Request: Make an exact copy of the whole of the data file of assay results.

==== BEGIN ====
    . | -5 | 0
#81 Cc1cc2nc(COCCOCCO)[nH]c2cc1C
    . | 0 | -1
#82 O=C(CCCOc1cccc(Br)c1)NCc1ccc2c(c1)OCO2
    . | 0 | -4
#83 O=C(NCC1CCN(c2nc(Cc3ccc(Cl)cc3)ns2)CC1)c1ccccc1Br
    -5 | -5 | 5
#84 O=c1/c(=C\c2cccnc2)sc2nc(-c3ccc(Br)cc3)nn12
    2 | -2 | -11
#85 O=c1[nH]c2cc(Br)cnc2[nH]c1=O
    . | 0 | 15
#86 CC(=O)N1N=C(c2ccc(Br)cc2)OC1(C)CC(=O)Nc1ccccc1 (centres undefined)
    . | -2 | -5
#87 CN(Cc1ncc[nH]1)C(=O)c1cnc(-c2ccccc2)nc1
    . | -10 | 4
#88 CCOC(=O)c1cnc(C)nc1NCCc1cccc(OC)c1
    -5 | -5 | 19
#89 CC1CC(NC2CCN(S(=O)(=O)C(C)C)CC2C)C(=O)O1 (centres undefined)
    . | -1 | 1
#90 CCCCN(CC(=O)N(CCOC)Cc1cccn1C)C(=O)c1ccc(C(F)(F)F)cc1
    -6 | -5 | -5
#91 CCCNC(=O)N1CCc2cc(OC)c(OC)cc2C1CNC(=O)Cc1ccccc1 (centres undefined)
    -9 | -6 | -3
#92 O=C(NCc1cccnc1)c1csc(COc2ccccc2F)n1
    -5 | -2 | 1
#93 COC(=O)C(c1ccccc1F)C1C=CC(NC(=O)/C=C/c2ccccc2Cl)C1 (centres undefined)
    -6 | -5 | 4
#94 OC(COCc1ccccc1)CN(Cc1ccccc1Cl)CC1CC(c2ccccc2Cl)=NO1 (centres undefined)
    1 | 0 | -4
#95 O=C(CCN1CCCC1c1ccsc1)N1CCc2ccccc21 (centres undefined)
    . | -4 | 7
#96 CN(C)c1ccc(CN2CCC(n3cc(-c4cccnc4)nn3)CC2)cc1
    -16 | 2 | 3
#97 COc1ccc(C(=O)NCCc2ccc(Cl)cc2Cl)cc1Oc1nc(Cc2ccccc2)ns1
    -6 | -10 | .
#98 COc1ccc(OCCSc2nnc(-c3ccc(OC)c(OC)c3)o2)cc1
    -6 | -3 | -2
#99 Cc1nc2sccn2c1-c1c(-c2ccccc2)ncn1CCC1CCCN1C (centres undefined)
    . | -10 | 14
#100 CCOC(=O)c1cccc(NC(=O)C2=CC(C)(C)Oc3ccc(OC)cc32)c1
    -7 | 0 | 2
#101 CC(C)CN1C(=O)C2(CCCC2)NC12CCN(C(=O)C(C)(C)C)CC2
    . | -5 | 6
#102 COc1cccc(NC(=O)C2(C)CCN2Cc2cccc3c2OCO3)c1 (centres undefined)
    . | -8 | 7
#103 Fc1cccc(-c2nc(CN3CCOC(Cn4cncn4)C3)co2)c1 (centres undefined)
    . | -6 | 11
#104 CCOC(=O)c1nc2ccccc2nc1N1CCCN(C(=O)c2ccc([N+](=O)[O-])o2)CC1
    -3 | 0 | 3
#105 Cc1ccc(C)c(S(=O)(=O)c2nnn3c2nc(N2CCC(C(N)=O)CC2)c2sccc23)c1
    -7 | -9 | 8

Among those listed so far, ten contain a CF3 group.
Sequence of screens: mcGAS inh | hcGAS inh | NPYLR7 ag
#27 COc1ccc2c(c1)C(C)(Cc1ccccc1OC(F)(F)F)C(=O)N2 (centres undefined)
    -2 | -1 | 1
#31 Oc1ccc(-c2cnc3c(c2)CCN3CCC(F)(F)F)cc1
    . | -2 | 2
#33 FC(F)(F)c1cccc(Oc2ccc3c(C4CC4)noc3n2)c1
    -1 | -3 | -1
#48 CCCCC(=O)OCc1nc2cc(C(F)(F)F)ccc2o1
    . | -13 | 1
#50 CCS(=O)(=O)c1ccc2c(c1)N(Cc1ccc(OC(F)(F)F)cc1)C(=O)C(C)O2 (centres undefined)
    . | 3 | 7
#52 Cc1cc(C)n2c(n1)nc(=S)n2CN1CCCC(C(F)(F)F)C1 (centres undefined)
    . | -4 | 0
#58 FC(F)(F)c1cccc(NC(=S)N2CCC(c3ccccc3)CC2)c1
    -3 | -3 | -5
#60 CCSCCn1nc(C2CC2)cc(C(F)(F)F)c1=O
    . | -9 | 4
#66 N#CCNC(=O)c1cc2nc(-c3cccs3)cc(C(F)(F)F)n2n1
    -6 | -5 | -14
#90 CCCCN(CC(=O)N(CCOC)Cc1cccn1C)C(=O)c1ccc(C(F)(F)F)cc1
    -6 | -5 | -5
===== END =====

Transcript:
    . | -5 | 0
#81 Cc1cc2nc(COCCOCCO)[nH]c2cc1C
    . | 0 | -1
#82 O=C(CCCOc1cccc(Br)c1)NCc1ccc2c(c1)OCO2
    . | 0 | -4
#83 O=C(NCC1CCN(c2nc(Cc3ccc(Cl)cc3)ns2)CC1)c1ccccc1Br
    -5 | -5 | 5
#84 O=c1/c(=C\c2cccnc2)sc2nc(-c3ccc(Br)cc3)nn12
    2 | -2 | -11
#85 O=c1[nH]c2cc(Br)cnc2[nH]c1=O
    . | 0 | 15
#86 CC(=O)N1N=C(c2ccc(Br)cc2)OC1(C)CC(=O)Nc1ccccc1 (centres undefined)
    . | -2 | -5
#87 CN(Cc1ncc[nH]1)C(=O)c1cnc(-c2ccccc2)nc1
    . | -10 | 4
#88 CCOC(=O)c1cnc(C)nc1NCCc1cccc(OC)c1
    -5 | -5 | 19
#89 CC1CC(NC2CCN(S(=O)(=O)C(C)C)CC2C)C(=O)O1 (centres undefined)
    . | -1 | 1
#90 CCCCN(CC(=O)N(CCOC)Cc1cccn1C)C(=O)c1ccc(C(F)(F)F)cc1
    -6 | -5 | -5
#91 CCCNC(=O)N1CCc2cc(OC)c(OC)cc2C1CNC(=O)Cc1ccccc1 (centres undefined)
    -9 | -6 | -3
#92 O=C(NCc1cccnc1)c1csc(COc2ccccc2F)n1
    -5 | -2 | 1
#93 COC(=O)C(c1ccccc1F)C1C=CC(NC(=O)/C=C/c2ccccc2Cl)C1 (centres undefined)
    -6 | -5 | 4
#94 OC(COCc1ccccc1)CN(Cc1ccccc1Cl)CC1CC(c2ccccc2Cl)=NO1 (centres undefined)
    1 | 0 | -4
#95 O=C(CCN1CCCC1c1ccsc1)N1CCc2ccccc21 (centres undefined)
    . | -4 | 7
#96 CN(C)c1ccc(CN2CCC(n3cc(-c4cccnc4)nn3)CC2)cc1
    -16 | 2 | 3
#97 COc1ccc(C(=O)NCCc2ccc(Cl)cc2Cl)cc1Oc1nc(Cc2ccccc2)ns1
    -6 | -10 | .
#98 COc1ccc(OCCSc2nnc(-c3ccc(OC)c(OC)c3)o2)cc1
    -6 | -3 | -2
#99 Cc1nc2sccn2c1-c1c(-c2ccccc2)ncn1CCC1CCCN1C (centres undefined)
    . | -10 | 14
#100 CCOC(=O)c1cccc(NC(=O)C2=CC(C)(C)Oc3ccc(OC)cc32)c1
    -7 | 0 | 2
#101 CC(C)CN1C(=O)C2(CCCC2)NC12CCN(C(=O)C(C)(C)C)CC2
    . | -5 | 6
#102 COc1cccc(NC(=O)C2(C)CCN2Cc2cccc3c2OCO3)c1 (centres undefined)
    . | -8 | 7
#103 Fc1cccc(-c2nc(CN3CCOC(Cn4cncn4)C3)co2)c1 (centres undefined)
    . | -6 | 11
#104 CCOC(=O)c1nc2ccccc2nc1N1CCCN(C(=O)c2ccc([N+](=O)[O-])o2)CC1
    -3 | 0 | 3
#105 Cc1ccc(C)c(S(=O)(=O)c2nnn3c2nc(N2CCC(C(N)=O)CC2)c2sccc23)c1
    -7 | -9 | 8

Among those listed so far, ten contain a CF3 group.
Sequence of screens: mcGAS inh | hcGAS inh | NPYLR7 ag
#27 COc1ccc2c(c1)C(C)(Cc1ccccc1OC(F)(F)F)C(=O)N2 (centres undefined)
    -2 | -1 | 1
#31 Oc1ccc(-c2cnc3c(c2)CCN3CCC(F)(F)F)cc1
    . | -2 | 2
#33 FC(F)(F)c1cccc(Oc2ccc3c(C4CC4)noc3n2)c1
    -1 | -3 | -1
#48 CCCCC(=O)OCc1nc2cc(C(F)(F)F)ccc2o1
    . | -13 | 1
#50 CCS(=O)(=O)c1ccc2c(c1)N(Cc1ccc(OC(F)(F)F)cc1)C(=O)C(C)O2 (centres undefined)
    . | 3 | 7
#52 Cc1cc(C)n2c(n1)nc(=S)n2CN1CCCC(C(F)(F)F)C1 (centres undefined)
    . | -4 | 0
#58 FC(F)(F)c1cccc(NC(=S)N2CCC(c3ccccc3)CC2)c1
    -3 | -3 | -5
#60 CCSCCn1nc(C2CC2)cc(C(F)(F)F)c1=O
    . | -9 | 4
#66 N#CCNC(=O)c1cc2nc(-c3cccs3)cc(C(F)(F)F)n2n1
    -6 | -5 | -14
#90 CCCCN(CC(=O)N(CCOC)Cc1cccn1C)C(=O)c1ccc(C(F)(F)F)cc1
    -6 | -5 | -5